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Inspired by the glitter that mimics the light of nature; Sara Forsström examines the relationship between man, woods and nature that leads her back to places that may not exist. Artworks had a caught up with in time for her current show at the cherished Pom Gallery in Mariefred.

5 min read

What are you up to these days?

Right now I'm in that undefined and free space that sometimes occurs after meeting a deadline. I try out some new stuff in the studio, read and give myself a little space to get back on track. It's lovely.

Congrats to a wonderful show at POM, please tell us about it?

Earlier I've worked with glitter drapes, you know the kind you use as a backdrop at a stage, or as decoration at a party. I've been fascinated by the sort of places that I associate it with - dark places we try to make beautiful, places of the night where you get drunk and chase for satisfaction. 

In this show I've kept some of that glitter and tried to take it to another kind of dangerous darkness - the forest. I find it captivating how overwhelmingly gorgeous the nature can be, but at the same time I suspect it hides something mysterious and treacherous.For this show I tried out a new way to present the paintings with frames that reminds me of those maps in a classroom or drapes that you pull down in front of your window. 

What and who inspires you?

I find a lot of inspiration and energy in my fellow artist! It's necessary for me to see and talk to colleagues. When I first moved back up to Västerbotten from Värmland, almost three years ago, I started out in a studio far from any city. And even though I loved working so close to the forest (which is my other big source of inspiration) I really missed the geographical closeness to other artists. I now work in a smaller studio in Umeå, in a building that I share with other artists and I feel grateful about that every day. 

Did you have a pivotal moment when you decided to follow your path as an artist?

One such moment could be twelve years ago when i chose to quit high school before graduating in favor of starting my artistic studies. I've just met the teacher who would come to play a significant role in my early struggles to find my way to work artisticly.

Have you ever had a moment when you questioned you career entirely? 

Yes I often question it as a career. But never as my sole occupation. I actually can't say exactly when i stopped playing as a child and started making art. It's always been the most natural way for me to exist. I just need to do it. 

Could you describe your art?

I could in a way, or probably in many ways, but I prefer not to. I love to talk about my work in a real live dialog where there is another persons reflection, questions and associations. I often find that the one way description more closes that opens the door to perceiving art. But off course an artist will always be asked to describe her art, so i guess I need to keep working on that. Find that way to describe that doesn't close the work for me, at least.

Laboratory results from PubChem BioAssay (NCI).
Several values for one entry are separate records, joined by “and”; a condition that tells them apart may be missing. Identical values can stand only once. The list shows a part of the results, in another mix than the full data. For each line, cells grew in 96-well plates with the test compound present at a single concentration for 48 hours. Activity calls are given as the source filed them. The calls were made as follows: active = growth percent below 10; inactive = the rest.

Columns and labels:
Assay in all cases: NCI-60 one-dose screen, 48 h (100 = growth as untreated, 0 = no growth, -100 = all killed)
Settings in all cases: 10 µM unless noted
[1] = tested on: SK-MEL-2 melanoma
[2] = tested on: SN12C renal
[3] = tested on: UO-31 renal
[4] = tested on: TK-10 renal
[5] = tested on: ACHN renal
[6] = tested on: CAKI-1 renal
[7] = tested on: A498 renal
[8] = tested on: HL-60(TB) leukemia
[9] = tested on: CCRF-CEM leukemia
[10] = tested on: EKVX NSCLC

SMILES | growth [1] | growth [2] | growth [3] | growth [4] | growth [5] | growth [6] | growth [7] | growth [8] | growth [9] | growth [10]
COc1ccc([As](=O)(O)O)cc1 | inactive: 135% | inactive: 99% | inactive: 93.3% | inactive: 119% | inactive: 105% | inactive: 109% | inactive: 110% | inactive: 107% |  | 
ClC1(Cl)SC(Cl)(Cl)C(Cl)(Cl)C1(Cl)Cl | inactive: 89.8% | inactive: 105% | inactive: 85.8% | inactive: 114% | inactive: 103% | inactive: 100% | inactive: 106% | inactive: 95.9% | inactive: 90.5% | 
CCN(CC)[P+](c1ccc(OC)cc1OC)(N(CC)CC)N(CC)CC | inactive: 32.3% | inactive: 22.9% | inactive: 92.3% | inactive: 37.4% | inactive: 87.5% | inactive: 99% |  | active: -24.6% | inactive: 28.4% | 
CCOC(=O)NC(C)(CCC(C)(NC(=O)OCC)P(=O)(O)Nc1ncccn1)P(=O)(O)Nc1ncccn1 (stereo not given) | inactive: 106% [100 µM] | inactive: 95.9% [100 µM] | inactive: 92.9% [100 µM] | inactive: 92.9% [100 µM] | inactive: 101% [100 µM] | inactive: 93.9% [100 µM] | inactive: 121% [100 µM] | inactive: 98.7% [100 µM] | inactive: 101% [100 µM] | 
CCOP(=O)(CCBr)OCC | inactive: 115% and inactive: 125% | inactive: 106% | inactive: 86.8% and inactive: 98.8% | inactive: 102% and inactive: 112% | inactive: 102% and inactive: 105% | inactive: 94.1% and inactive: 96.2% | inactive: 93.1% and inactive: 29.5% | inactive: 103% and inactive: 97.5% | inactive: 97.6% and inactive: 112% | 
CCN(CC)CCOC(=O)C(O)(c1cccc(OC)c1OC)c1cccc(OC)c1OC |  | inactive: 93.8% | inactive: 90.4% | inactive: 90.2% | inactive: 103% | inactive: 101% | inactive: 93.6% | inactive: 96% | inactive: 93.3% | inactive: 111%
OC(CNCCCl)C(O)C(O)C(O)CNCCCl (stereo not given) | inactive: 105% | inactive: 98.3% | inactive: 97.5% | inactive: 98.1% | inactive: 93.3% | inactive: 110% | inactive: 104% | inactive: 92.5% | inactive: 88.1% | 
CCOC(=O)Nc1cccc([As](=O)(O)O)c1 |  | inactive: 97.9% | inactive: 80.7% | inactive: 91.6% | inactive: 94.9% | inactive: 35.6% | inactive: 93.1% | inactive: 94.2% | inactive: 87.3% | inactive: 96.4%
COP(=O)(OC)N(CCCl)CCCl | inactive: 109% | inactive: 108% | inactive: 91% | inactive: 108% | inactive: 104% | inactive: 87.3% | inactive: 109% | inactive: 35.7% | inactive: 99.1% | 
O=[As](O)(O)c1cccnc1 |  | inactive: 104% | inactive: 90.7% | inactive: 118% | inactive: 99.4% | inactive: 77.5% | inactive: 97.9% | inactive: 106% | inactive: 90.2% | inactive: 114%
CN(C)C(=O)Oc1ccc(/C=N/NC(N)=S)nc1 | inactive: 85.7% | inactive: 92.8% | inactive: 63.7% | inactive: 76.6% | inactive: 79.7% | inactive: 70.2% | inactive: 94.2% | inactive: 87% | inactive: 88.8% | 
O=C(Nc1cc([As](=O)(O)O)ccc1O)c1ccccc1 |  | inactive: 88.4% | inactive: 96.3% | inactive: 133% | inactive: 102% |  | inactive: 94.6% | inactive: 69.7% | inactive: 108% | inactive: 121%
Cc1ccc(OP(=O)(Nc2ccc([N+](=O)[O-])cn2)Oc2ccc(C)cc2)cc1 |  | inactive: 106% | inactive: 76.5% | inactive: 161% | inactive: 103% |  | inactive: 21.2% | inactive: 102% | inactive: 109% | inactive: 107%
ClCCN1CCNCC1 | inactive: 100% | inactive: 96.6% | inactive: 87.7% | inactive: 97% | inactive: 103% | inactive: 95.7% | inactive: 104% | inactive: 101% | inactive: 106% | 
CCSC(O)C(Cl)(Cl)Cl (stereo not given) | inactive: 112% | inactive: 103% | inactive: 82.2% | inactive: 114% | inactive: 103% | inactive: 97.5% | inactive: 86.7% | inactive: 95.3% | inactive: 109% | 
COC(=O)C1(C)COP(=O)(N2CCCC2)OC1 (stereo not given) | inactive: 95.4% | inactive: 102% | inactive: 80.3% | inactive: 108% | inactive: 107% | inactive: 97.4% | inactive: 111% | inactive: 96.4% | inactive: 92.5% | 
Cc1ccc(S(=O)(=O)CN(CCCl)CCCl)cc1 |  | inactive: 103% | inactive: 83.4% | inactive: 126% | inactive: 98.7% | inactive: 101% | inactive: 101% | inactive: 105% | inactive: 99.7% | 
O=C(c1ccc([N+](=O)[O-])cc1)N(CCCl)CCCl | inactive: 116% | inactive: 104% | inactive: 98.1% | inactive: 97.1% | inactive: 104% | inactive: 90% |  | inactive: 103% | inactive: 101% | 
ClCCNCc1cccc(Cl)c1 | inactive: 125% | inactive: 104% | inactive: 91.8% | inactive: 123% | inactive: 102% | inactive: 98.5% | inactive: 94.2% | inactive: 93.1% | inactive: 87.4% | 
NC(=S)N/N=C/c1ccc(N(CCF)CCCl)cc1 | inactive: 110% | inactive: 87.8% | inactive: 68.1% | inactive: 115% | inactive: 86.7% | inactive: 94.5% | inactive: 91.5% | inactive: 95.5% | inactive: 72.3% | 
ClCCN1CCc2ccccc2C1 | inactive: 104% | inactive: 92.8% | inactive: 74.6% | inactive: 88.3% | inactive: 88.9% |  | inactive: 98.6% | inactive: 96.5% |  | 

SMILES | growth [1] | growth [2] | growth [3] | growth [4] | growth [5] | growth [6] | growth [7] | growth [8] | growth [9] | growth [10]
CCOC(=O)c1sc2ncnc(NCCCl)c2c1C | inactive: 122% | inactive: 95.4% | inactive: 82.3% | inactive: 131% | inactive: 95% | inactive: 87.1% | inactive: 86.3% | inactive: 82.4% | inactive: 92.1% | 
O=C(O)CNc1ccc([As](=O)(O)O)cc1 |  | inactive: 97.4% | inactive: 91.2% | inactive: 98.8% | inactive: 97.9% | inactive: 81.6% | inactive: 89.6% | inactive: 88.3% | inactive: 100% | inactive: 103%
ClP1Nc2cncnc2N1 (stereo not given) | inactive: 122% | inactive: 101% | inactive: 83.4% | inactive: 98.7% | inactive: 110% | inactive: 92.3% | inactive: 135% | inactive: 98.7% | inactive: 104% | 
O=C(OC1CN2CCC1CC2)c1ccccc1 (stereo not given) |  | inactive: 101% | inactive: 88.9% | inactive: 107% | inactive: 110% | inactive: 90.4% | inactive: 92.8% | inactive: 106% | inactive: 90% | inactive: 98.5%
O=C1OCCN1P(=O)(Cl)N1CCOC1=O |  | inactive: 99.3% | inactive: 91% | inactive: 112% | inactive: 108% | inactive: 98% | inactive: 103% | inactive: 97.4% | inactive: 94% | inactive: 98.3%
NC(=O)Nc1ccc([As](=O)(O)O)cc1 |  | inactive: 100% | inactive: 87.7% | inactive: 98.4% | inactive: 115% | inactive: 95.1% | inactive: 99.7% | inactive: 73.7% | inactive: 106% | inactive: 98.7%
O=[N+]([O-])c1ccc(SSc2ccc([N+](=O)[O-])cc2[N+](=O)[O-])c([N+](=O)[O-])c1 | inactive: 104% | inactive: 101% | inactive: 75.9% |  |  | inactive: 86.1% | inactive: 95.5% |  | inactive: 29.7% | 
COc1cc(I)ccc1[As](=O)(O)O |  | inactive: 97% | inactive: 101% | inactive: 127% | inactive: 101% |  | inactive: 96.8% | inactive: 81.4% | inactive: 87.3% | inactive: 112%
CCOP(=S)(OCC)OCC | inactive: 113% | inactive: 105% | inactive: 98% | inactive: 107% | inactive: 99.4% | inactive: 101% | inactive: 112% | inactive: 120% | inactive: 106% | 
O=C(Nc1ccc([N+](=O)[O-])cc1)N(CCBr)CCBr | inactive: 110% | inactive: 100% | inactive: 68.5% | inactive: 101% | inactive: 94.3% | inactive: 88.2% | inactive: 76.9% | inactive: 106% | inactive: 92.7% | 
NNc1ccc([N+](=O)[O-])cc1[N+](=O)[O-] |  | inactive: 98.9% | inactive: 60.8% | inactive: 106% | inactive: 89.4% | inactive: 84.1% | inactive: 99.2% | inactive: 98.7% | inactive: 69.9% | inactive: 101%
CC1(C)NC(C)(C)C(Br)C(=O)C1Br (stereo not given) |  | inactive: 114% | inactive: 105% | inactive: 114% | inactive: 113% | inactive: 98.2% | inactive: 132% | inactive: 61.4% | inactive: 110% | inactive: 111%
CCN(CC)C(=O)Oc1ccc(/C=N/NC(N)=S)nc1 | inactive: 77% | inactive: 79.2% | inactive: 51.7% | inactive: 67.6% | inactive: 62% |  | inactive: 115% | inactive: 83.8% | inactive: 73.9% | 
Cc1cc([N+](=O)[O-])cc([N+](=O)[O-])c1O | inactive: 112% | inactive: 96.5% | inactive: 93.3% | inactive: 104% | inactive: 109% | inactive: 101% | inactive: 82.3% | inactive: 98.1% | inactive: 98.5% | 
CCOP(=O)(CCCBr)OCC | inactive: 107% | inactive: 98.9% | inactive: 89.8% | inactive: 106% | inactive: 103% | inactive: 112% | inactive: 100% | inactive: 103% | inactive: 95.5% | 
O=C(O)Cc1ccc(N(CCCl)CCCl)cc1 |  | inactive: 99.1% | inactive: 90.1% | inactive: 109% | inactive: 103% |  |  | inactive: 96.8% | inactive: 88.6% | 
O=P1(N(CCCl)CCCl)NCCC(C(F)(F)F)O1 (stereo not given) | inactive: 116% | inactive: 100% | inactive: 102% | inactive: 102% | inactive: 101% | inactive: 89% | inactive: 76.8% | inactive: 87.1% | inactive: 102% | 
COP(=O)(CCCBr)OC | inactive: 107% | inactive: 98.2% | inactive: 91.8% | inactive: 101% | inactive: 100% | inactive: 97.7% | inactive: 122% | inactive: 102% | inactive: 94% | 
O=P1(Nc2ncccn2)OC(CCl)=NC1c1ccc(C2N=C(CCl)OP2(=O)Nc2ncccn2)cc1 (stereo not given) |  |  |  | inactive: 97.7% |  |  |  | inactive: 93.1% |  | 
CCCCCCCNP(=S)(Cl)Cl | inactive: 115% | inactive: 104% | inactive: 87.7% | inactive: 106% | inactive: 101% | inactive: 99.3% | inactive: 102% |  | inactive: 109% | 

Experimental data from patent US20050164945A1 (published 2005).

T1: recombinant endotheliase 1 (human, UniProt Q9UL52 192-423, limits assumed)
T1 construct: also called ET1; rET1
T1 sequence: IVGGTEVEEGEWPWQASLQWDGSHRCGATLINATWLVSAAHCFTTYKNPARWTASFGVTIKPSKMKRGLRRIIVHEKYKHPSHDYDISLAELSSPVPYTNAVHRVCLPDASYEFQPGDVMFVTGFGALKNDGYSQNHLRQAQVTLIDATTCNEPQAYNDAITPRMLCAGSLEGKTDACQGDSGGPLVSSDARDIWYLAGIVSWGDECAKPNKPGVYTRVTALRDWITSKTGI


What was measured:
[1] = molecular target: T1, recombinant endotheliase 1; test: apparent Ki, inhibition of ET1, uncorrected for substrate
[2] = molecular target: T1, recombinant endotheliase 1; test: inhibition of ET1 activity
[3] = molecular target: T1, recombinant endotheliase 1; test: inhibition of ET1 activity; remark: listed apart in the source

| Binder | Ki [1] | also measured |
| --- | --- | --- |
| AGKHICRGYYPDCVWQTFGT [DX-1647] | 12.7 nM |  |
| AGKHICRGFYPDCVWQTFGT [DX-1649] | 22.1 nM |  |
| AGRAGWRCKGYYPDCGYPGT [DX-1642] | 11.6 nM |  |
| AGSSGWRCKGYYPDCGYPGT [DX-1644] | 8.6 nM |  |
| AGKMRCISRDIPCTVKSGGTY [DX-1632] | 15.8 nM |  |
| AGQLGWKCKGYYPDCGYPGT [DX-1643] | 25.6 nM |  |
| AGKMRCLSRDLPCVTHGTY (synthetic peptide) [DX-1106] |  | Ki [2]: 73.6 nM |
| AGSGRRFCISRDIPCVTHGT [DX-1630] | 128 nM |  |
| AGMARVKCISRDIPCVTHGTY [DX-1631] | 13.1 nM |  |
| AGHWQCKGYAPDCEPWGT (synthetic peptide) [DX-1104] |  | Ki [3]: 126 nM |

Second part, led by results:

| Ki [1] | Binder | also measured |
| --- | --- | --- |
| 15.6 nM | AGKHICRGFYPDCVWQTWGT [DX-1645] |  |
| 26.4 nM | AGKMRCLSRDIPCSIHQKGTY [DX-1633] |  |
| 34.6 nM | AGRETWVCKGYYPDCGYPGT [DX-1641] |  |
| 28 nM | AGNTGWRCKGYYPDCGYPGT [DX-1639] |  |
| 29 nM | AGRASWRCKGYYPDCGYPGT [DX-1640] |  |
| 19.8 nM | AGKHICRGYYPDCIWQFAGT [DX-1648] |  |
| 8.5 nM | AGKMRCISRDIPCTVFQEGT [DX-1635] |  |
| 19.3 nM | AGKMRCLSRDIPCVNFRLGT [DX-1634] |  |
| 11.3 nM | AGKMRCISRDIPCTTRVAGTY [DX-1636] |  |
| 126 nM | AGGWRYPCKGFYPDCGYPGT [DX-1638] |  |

Take us through the process of making your work.

Everything I do somehow connects to something I've already done or saved before. The starting point can be a photo in my phone, a note, or an earlier work of mine. I usually print an image that I use as a starting point when I paint. One thing I love about painting is how it offers resistance and something new always appears that I have to approach in one way or another. For me to work is to make a decision for a start, let things happen and then make a whole lot more decisions. 

You collect sections of landscapes and different places and then crop it until it remains a surface and a structure - could you describe that? 

Yes, this is one way to describe what I do. Places, real or imaginative, are something that keeps my attention. Perhaps it's because they are like scenes for something to take place, or where something could have happened before. It doesn't have to be dramatic occurrences, perhaps someone (like an elk) just passed by and thought about something else. But the places are always present for us, like images we have to relate to in our lives. 

When I abstract a landscape it becomes even more of an image. Like when you blur your eyesight. We often identify ourselves with the type of nature that surrounds us. For me it is the nature up here in the north. These are the kind of questions I have with me when I work.

What are your ambitions and and goals for the years to come on a professional level?

I look forward to new challenges and hope that opportunities will keep present itself so that I can work even harder in the studio, dig deeper where I'm at and see what happens. And I would love to work for a larger scale solo show!

What will you be working on now? What’s up next?

Next I'm up for a collaborative project with a colleague that will end up as an exhibition at Mölnycke Kulturhus at the end of the summer.

POM Gallery is present at Artworks, check out Sara's show here!